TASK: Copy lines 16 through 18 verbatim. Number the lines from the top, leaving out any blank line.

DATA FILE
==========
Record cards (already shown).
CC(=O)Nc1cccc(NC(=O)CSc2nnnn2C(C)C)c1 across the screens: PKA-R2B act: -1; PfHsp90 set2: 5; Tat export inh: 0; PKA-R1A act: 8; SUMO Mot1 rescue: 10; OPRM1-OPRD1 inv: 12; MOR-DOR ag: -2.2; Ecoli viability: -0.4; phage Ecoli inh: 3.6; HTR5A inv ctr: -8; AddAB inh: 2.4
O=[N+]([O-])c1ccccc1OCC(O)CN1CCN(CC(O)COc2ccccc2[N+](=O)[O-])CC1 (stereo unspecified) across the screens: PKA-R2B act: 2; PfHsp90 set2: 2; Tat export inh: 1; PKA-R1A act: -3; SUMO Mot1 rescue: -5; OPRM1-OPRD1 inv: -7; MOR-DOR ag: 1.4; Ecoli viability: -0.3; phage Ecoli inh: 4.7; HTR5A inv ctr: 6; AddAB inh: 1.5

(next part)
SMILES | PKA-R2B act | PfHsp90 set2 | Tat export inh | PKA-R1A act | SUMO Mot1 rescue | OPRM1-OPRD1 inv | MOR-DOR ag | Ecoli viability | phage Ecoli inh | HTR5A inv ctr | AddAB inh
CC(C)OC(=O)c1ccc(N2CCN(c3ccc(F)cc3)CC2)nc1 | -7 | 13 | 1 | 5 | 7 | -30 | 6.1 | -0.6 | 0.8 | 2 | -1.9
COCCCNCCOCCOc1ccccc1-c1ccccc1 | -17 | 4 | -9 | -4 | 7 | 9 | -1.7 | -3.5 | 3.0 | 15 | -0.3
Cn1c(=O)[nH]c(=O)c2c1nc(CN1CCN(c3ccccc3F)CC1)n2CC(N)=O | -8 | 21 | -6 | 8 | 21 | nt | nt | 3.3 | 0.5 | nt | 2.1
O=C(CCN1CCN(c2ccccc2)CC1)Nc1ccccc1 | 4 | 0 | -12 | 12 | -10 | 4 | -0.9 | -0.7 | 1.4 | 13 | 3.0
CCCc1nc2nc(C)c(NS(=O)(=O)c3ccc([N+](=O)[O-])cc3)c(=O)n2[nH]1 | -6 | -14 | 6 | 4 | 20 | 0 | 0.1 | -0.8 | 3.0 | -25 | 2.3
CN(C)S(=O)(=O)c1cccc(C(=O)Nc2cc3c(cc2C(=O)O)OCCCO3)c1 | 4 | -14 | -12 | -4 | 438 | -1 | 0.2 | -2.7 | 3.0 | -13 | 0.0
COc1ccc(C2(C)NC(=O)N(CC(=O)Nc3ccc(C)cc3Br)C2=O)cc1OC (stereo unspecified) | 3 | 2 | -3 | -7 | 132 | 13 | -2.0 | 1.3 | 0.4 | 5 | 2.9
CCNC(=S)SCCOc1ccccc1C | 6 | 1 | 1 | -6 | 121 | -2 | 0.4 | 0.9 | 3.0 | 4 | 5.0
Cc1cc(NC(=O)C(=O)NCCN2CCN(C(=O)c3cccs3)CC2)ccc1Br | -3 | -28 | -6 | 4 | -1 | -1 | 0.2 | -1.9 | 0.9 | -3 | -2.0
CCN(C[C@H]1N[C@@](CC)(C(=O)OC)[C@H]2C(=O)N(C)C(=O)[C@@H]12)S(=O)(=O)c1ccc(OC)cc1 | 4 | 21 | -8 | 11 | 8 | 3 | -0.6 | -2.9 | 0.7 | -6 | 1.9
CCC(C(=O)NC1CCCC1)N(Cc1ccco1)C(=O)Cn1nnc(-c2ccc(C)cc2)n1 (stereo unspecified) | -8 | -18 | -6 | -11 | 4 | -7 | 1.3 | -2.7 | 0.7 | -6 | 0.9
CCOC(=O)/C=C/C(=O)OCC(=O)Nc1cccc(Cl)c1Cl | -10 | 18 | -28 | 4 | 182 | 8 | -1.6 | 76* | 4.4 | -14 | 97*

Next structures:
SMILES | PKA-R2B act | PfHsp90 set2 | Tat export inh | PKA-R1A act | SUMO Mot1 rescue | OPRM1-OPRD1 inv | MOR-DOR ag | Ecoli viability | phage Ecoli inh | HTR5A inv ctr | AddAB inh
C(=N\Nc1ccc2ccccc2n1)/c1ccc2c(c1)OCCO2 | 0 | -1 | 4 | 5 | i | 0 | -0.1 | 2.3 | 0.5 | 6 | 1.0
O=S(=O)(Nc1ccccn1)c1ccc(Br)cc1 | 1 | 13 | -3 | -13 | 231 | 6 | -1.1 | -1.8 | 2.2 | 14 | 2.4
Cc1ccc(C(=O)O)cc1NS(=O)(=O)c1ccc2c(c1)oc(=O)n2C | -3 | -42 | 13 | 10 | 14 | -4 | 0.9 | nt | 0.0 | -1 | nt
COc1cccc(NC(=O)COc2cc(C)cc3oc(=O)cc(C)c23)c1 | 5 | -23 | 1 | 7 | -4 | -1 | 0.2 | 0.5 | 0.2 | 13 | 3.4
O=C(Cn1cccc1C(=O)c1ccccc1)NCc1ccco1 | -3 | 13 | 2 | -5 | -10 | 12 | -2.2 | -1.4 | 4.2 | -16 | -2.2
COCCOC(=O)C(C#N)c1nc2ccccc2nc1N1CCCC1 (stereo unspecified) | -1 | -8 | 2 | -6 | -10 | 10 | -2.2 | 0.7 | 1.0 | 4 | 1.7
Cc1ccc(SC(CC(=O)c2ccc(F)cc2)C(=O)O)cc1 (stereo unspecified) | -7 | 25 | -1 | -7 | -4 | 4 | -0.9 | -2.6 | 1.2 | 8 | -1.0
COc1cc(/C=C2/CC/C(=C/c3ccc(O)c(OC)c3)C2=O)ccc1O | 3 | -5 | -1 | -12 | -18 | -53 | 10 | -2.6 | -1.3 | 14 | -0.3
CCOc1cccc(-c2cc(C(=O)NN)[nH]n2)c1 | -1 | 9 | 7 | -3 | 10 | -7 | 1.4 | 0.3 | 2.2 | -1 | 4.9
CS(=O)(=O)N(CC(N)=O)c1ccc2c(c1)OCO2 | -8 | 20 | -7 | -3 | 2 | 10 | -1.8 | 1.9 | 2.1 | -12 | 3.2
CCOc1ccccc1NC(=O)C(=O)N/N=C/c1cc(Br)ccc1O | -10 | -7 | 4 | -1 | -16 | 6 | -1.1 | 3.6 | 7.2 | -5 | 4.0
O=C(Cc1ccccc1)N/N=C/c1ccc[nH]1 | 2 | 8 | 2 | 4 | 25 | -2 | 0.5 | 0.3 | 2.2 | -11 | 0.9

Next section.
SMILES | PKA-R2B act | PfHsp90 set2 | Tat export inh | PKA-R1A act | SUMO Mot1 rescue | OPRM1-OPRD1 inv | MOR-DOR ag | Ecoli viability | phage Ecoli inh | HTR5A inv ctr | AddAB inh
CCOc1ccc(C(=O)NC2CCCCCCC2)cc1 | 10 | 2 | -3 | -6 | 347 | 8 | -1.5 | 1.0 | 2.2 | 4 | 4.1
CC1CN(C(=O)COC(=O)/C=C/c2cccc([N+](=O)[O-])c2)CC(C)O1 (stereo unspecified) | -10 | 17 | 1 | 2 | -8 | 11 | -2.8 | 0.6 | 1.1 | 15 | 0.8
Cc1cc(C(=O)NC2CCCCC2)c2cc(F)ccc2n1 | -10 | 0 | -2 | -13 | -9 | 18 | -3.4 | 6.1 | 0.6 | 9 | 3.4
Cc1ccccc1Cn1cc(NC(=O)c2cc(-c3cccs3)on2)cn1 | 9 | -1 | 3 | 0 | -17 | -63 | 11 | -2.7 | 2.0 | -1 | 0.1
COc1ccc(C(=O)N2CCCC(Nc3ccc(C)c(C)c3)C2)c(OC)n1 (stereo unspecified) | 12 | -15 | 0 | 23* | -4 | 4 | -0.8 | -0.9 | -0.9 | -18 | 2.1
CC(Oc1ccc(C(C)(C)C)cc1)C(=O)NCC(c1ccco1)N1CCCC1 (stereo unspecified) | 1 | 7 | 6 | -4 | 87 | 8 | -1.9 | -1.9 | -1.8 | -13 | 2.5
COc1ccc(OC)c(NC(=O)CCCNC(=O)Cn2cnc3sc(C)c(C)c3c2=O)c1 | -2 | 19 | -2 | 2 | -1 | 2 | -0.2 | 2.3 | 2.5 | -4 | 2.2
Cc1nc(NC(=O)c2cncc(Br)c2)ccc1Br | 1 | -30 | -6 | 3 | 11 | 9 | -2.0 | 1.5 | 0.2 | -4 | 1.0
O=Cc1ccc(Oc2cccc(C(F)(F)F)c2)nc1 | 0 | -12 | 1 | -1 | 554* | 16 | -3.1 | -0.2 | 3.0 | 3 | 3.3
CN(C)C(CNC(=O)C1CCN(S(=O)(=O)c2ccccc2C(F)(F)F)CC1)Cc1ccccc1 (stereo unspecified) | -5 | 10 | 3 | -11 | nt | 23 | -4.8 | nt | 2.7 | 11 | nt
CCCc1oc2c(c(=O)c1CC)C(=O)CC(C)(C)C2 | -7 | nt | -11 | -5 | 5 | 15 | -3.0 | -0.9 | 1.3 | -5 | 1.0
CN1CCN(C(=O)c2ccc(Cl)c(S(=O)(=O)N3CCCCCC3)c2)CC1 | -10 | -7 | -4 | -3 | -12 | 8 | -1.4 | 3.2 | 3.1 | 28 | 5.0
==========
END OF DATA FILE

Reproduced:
CCC(C(=O)NC1CCCC1)N(Cc1ccco1)C(=O)Cn1nnc(-c2ccc(C)cc2)n1 (stereo unspecified) | -8 | -18 | -6 | -11 | 4 | -7 | 1.3 | -2.7 | 0.7 | -6 | 0.9
CCOC(=O)/C=C/C(=O)OCC(=O)Nc1cccc(Cl)c1Cl | -10 | 18 | -28 | 4 | 182 | 8 | -1.6 | 76* | 4.4 | -14 | 97*

Next structures: